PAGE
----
Darien is a city located in McIntosh County, Georgia. Geographically Darien sits next to the Altamaha Wildlife Management Area, near the Atlantic coast, in the southeast part of the state, and sixty miles from Savannah, GA. Although occupied by indigenous peoples for years, the region’s first European establishment was the British Fort King George built in 1721. The town itself was founded by Scottish Highlanders brought there in 1736 to establish Georgia’s southern border, and is the second oldest in the state. It was originally named New Inverness but changed to Darien after the Scottish colony in Panama with the same name. The settlement proved successful and became an important barrier to Spanish encroachment from the south. In 1863 Darien was razed by Union troops during the Civil War and today only a few ruins from the original settlement remain. Darien’s early economy relied on cattle rearing and local lumber. By the 20th century Darien had one of the largest lumber shipping ports in Georgia and an active shrimp and oyster industry. Today there is some shrimping and fishing done, but the economy is mostly supported by tourism. At the 2010 census the population of Darien was 1,975, its historic peak, but projected to decline.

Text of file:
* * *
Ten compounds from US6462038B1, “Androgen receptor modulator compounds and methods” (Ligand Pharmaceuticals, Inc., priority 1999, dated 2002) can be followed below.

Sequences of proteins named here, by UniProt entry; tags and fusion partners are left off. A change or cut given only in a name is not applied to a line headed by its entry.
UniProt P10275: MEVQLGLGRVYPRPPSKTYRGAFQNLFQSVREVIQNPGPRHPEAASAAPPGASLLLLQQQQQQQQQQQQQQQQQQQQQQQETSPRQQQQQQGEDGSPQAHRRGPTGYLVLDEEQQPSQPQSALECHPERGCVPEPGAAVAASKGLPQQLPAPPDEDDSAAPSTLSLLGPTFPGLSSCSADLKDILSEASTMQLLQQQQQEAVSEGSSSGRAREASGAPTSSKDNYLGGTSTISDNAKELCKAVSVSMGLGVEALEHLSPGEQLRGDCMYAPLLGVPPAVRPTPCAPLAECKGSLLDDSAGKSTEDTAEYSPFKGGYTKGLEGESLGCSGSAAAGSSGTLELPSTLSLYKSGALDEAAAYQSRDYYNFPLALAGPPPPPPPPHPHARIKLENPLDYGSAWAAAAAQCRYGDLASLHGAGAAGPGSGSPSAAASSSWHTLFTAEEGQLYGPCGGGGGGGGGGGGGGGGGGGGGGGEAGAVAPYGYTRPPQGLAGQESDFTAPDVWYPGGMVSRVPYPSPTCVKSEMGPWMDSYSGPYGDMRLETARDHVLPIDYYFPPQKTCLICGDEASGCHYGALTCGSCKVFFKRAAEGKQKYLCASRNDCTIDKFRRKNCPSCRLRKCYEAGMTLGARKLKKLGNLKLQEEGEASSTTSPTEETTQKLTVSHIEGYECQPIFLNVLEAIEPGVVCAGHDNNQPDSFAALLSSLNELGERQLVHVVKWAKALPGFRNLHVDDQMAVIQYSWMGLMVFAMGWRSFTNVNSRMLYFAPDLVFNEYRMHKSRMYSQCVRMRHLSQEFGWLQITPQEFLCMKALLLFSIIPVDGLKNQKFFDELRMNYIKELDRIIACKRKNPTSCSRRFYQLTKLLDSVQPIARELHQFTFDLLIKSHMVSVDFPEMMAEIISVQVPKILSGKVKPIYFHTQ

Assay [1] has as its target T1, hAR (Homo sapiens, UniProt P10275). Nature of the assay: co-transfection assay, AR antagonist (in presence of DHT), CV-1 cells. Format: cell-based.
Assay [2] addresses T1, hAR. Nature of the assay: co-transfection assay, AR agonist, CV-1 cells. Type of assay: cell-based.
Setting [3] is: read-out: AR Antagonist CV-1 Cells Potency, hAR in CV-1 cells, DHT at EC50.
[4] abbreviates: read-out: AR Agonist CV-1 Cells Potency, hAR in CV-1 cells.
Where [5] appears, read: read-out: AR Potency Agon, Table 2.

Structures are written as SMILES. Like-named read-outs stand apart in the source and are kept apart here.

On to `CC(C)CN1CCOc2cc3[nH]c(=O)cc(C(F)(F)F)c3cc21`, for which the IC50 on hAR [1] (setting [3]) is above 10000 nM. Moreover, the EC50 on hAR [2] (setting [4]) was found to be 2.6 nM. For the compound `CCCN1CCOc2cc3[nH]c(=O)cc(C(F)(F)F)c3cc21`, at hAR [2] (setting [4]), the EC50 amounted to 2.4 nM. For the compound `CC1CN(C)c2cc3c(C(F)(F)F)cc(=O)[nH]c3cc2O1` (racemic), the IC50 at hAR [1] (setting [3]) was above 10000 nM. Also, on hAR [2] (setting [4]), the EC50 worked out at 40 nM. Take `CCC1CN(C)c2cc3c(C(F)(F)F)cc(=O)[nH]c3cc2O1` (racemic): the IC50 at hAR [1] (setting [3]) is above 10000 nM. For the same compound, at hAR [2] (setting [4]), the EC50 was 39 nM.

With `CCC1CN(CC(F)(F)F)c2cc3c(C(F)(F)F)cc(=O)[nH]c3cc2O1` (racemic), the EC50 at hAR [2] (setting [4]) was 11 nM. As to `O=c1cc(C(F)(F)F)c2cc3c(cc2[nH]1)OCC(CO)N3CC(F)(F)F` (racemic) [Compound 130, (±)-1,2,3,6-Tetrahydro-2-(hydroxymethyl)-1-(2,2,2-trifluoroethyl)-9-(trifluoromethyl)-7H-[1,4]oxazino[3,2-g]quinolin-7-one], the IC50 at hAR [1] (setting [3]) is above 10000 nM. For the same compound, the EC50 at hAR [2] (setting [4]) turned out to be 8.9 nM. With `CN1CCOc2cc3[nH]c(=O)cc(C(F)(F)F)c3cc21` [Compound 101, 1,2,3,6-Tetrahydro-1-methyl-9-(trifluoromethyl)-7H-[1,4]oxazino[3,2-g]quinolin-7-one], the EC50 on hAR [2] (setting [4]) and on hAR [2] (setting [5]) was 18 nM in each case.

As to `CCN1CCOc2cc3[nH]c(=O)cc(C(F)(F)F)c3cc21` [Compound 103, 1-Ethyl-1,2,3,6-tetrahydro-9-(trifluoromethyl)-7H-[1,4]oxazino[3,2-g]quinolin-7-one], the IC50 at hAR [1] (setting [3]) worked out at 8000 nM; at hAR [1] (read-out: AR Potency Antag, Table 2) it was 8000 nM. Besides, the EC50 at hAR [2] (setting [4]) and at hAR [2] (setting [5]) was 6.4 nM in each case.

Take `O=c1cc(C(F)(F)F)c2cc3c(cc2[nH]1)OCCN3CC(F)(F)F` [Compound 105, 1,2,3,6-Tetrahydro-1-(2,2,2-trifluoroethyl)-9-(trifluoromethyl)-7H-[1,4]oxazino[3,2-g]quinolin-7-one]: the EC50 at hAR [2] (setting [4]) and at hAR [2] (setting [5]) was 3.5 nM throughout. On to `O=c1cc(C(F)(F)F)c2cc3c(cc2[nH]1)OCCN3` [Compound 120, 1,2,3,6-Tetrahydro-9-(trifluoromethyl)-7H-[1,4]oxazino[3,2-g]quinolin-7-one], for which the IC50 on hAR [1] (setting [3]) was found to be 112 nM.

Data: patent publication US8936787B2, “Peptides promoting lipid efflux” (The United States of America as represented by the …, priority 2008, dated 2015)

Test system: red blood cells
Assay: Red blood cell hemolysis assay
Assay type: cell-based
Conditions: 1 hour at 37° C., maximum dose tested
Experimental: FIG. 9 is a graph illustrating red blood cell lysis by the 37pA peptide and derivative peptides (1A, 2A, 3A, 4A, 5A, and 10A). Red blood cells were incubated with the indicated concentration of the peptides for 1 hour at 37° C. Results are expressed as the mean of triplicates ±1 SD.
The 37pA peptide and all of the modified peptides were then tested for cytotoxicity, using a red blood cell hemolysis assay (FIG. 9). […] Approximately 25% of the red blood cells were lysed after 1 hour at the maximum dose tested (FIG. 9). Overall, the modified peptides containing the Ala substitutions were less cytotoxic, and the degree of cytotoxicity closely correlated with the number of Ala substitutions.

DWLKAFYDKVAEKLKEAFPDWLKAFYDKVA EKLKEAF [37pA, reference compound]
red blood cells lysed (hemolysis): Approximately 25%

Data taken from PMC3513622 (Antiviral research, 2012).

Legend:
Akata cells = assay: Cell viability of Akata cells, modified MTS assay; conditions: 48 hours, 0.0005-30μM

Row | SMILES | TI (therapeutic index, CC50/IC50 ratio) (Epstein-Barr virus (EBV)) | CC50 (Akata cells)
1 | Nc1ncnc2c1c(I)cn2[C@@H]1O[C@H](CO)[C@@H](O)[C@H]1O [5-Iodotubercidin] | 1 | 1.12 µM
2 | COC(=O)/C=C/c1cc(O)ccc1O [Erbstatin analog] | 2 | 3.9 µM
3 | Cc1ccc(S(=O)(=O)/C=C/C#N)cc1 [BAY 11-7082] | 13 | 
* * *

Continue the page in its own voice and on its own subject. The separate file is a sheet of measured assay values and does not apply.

My Visit to Darien
Entering Georgia I was surprised how quickly the scenery changed. I passed through quaint towns centered around churches, along roads lined with live oaks draped in Spanish moss. I felt I was entering the South of my imagination, and throughout my visit to Darien it became a reoccurring sensation. The day was mostly clear but as I approached Darien it grew cloudy and rainy. I eventually hit the coast and shot north into town. I took a quick drive around Darien and got the impression that it had a dark presence. I attributed my feelings to the gloomy weather but later learned it indeed had a troubled past. I only spent minutes there before heading out to my presumed home for the next week. I felt good about my choice for town eight.